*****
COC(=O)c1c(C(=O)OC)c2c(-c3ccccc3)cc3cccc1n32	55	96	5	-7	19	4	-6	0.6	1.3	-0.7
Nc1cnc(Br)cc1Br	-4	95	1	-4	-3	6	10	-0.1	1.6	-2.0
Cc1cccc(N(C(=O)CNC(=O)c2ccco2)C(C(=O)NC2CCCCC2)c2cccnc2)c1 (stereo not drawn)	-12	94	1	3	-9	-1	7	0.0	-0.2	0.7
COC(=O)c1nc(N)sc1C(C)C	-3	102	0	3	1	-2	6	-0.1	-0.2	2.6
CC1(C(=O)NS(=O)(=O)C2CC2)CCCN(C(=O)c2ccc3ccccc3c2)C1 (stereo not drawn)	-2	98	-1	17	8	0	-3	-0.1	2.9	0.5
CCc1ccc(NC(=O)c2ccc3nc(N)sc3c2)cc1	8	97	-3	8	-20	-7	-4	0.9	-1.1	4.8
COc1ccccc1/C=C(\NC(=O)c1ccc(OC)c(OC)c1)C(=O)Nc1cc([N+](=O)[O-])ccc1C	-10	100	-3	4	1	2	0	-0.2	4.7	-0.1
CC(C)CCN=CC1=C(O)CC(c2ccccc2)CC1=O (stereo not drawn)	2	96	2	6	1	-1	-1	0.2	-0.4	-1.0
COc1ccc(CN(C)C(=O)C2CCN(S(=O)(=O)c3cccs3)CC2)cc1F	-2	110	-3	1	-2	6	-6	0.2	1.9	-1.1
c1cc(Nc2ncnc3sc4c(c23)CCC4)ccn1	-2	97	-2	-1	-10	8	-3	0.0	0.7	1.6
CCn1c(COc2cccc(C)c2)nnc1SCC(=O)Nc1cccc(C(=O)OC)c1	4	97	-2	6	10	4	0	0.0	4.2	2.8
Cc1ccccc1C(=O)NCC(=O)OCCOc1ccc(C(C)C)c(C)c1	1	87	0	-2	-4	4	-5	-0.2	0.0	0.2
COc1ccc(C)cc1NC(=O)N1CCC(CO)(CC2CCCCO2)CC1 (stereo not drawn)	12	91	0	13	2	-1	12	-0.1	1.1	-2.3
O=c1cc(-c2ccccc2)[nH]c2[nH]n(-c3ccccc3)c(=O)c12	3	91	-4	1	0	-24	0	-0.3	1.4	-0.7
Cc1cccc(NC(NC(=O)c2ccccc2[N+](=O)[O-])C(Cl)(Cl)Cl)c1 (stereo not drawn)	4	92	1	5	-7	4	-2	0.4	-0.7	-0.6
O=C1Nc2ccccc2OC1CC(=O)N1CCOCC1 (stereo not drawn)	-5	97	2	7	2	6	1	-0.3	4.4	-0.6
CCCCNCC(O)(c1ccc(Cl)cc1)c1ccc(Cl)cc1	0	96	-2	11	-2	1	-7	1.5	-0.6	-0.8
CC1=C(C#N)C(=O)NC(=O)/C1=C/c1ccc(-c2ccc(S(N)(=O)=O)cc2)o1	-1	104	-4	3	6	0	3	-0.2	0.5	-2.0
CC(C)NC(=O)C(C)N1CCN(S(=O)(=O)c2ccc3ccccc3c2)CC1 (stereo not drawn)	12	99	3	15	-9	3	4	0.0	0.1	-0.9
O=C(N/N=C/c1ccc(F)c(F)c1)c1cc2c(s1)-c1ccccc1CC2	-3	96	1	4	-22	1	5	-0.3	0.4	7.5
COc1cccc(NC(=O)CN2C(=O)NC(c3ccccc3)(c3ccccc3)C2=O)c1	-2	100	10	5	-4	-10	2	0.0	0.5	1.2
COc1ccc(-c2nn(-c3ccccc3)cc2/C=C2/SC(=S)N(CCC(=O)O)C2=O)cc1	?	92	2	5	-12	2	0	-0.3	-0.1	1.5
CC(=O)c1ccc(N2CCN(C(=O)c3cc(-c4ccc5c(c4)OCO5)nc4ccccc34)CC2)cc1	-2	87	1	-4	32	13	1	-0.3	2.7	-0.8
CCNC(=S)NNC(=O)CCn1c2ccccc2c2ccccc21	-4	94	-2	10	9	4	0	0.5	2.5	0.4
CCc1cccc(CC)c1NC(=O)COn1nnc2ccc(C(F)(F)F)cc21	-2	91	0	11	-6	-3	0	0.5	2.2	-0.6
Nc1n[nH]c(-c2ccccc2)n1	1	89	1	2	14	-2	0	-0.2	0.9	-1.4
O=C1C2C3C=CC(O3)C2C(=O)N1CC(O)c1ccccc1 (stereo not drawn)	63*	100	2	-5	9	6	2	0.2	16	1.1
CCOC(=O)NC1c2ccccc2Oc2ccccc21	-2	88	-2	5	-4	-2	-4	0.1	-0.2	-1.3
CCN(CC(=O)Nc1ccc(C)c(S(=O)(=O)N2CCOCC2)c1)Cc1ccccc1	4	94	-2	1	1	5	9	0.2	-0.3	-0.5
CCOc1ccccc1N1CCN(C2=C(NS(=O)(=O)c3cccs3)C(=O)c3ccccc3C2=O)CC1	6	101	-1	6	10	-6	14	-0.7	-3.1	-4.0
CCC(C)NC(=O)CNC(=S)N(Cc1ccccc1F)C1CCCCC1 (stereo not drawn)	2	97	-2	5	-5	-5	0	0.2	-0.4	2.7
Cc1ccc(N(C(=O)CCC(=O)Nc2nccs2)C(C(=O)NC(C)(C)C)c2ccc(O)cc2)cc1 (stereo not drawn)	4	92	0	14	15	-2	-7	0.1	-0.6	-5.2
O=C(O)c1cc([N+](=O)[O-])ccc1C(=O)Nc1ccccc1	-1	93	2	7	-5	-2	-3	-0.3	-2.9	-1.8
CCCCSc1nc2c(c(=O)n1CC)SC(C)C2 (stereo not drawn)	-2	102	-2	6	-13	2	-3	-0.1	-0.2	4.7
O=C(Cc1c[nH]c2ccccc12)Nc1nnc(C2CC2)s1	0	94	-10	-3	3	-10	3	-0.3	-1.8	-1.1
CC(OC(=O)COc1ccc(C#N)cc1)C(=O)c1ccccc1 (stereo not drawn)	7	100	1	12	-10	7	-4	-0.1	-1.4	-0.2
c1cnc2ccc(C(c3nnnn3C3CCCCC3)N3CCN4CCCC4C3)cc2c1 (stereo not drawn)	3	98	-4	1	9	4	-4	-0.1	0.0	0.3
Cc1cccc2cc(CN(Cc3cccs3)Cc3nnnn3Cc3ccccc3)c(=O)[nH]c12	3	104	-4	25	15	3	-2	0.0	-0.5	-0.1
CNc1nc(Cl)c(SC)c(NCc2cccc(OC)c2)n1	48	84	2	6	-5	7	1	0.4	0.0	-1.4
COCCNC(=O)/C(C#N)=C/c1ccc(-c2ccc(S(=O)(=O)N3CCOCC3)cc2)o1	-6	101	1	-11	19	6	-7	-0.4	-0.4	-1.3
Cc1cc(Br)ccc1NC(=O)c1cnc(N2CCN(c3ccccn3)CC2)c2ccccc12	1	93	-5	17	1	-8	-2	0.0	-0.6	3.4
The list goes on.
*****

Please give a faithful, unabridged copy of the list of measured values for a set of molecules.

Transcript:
COC(=O)c1c(C(=O)OC)c2c(-c3ccccc3)cc3cccc1n32	55	96	5	-7	19	4	-6	0.6	1.3	-0.7
Nc1cnc(Br)cc1Br	-4	95	1	-4	-3	6	10	-0.1	1.6	-2.0
Cc1cccc(N(C(=O)CNC(=O)c2ccco2)C(C(=O)NC2CCCCC2)c2cccnc2)c1 (stereo not drawn)	-12	94	1	3	-9	-1	7	0.0	-0.2	0.7
COC(=O)c1nc(N)sc1C(C)C	-3	102	0	3	1	-2	6	-0.1	-0.2	2.6
CC1(C(=O)NS(=O)(=O)C2CC2)CCCN(C(=O)c2ccc3ccccc3c2)C1 (stereo not drawn)	-2	98	-1	17	8	0	-3	-0.1	2.9	0.5
CCc1ccc(NC(=O)c2ccc3nc(N)sc3c2)cc1	8	97	-3	8	-20	-7	-4	0.9	-1.1	4.8
COc1ccccc1/C=C(\NC(=O)c1ccc(OC)c(OC)c1)C(=O)Nc1cc([N+](=O)[O-])ccc1C	-10	100	-3	4	1	2	0	-0.2	4.7	-0.1
CC(C)CCN=CC1=C(O)CC(c2ccccc2)CC1=O (stereo not drawn)	2	96	2	6	1	-1	-1	0.2	-0.4	-1.0
COc1ccc(CN(C)C(=O)C2CCN(S(=O)(=O)c3cccs3)CC2)cc1F	-2	110	-3	1	-2	6	-6	0.2	1.9	-1.1
c1cc(Nc2ncnc3sc4c(c23)CCC4)ccn1	-2	97	-2	-1	-10	8	-3	0.0	0.7	1.6
CCn1c(COc2cccc(C)c2)nnc1SCC(=O)Nc1cccc(C(=O)OC)c1	4	97	-2	6	10	4	0	0.0	4.2	2.8
Cc1ccccc1C(=O)NCC(=O)OCCOc1ccc(C(C)C)c(C)c1	1	87	0	-2	-4	4	-5	-0.2	0.0	0.2
COc1ccc(C)cc1NC(=O)N1CCC(CO)(CC2CCCCO2)CC1 (stereo not drawn)	12	91	0	13	2	-1	12	-0.1	1.1	-2.3
O=c1cc(-c2ccccc2)[nH]c2[nH]n(-c3ccccc3)c(=O)c12	3	91	-4	1	0	-24	0	-0.3	1.4	-0.7
Cc1cccc(NC(NC(=O)c2ccccc2[N+](=O)[O-])C(Cl)(Cl)Cl)c1 (stereo not drawn)	4	92	1	5	-7	4	-2	0.4	-0.7	-0.6
O=C1Nc2ccccc2OC1CC(=O)N1CCOCC1 (stereo not drawn)	-5	97	2	7	2	6	1	-0.3	4.4	-0.6
CCCCNCC(O)(c1ccc(Cl)cc1)c1ccc(Cl)cc1	0	96	-2	11	-2	1	-7	1.5	-0.6	-0.8
CC1=C(C#N)C(=O)NC(=O)/C1=C/c1ccc(-c2ccc(S(N)(=O)=O)cc2)o1	-1	104	-4	3	6	0	3	-0.2	0.5	-2.0
CC(C)NC(=O)C(C)N1CCN(S(=O)(=O)c2ccc3ccccc3c2)CC1 (stereo not drawn)	12	99	3	15	-9	3	4	0.0	0.1	-0.9
O=C(N/N=C/c1ccc(F)c(F)c1)c1cc2c(s1)-c1ccccc1CC2	-3	96	1	4	-22	1	5	-0.3	0.4	7.5
COc1cccc(NC(=O)CN2C(=O)NC(c3ccccc3)(c3ccccc3)C2=O)c1	-2	100	10	5	-4	-10	2	0.0	0.5	1.2
COc1ccc(-c2nn(-c3ccccc3)cc2/C=C2/SC(=S)N(CCC(=O)O)C2=O)cc1	?	92	2	5	-12	2	0	-0.3	-0.1	1.5
CC(=O)c1ccc(N2CCN(C(=O)c3cc(-c4ccc5c(c4)OCO5)nc4ccccc34)CC2)cc1	-2	87	1	-4	32	13	1	-0.3	2.7	-0.8
CCNC(=S)NNC(=O)CCn1c2ccccc2c2ccccc21	-4	94	-2	10	9	4	0	0.5	2.5	0.4
CCc1cccc(CC)c1NC(=O)COn1nnc2ccc(C(F)(F)F)cc21	-2	91	0	11	-6	-3	0	0.5	2.2	-0.6
Nc1n[nH]c(-c2ccccc2)n1	1	89	1	2	14	-2	0	-0.2	0.9	-1.4
O=C1C2C3C=CC(O3)C2C(=O)N1CC(O)c1ccccc1 (stereo not drawn)	63*	100	2	-5	9	6	2	0.2	16	1.1
CCOC(=O)NC1c2ccccc2Oc2ccccc21	-2	88	-2	5	-4	-2	-4	0.1	-0.2	-1.3
CCN(CC(=O)Nc1ccc(C)c(S(=O)(=O)N2CCOCC2)c1)Cc1ccccc1	4	94	-2	1	1	5	9	0.2	-0.3	-0.5
CCOc1ccccc1N1CCN(C2=C(NS(=O)(=O)c3cccs3)C(=O)c3ccccc3C2=O)CC1	6	101	-1	6	10	-6	14	-0.7	-3.1	-4.0
CCC(C)NC(=O)CNC(=S)N(Cc1ccccc1F)C1CCCCC1 (stereo not drawn)	2	97	-2	5	-5	-5	0	0.2	-0.4	2.7
Cc1ccc(N(C(=O)CCC(=O)Nc2nccs2)C(C(=O)NC(C)(C)C)c2ccc(O)cc2)cc1 (stereo not drawn)	4	92	0	14	15	-2	-7	0.1	-0.6	-5.2
O=C(O)c1cc([N+](=O)[O-])ccc1C(=O)Nc1ccccc1	-1	93	2	7	-5	-2	-3	-0.3	-2.9	-1.8
CCCCSc1nc2c(c(=O)n1CC)SC(C)C2 (stereo not drawn)	-2	102	-2	6	-13	2	-3	-0.1	-0.2	4.7
O=C(Cc1c[nH]c2ccccc12)Nc1nnc(C2CC2)s1	0	94	-10	-3	3	-10	3	-0.3	-1.8	-1.1
CC(OC(=O)COc1ccc(C#N)cc1)C(=O)c1ccccc1 (stereo not drawn)	7	100	1	12	-10	7	-4	-0.1	-1.4	-0.2
c1cnc2ccc(C(c3nnnn3C3CCCCC3)N3CCN4CCCC4C3)cc2c1 (stereo not drawn)	3	98	-4	1	9	4	-4	-0.1	0.0	0.3
Cc1cccc2cc(CN(Cc3cccs3)Cc3nnnn3Cc3ccccc3)c(=O)[nH]c12	3	104	-4	25	15	3	-2	0.0	-0.5	-0.1
CNc1nc(Cl)c(SC)c(NCc2cccc(OC)c2)n1	48	84	2	6	-5	7	1	0.4	0.0	-1.4
COCCNC(=O)/C(C#N)=C/c1ccc(-c2ccc(S(=O)(=O)N3CCOCC3)cc2)o1	-6	101	1	-11	19	6	-7	-0.4	-0.4	-1.3
Cc1cc(Br)ccc1NC(=O)c1cnc(N2CCN(c3ccccn3)CC2)c2ccccc12	1	93	-5	17	1	-8	-2	0.0	-0.6	3.4
The list goes on.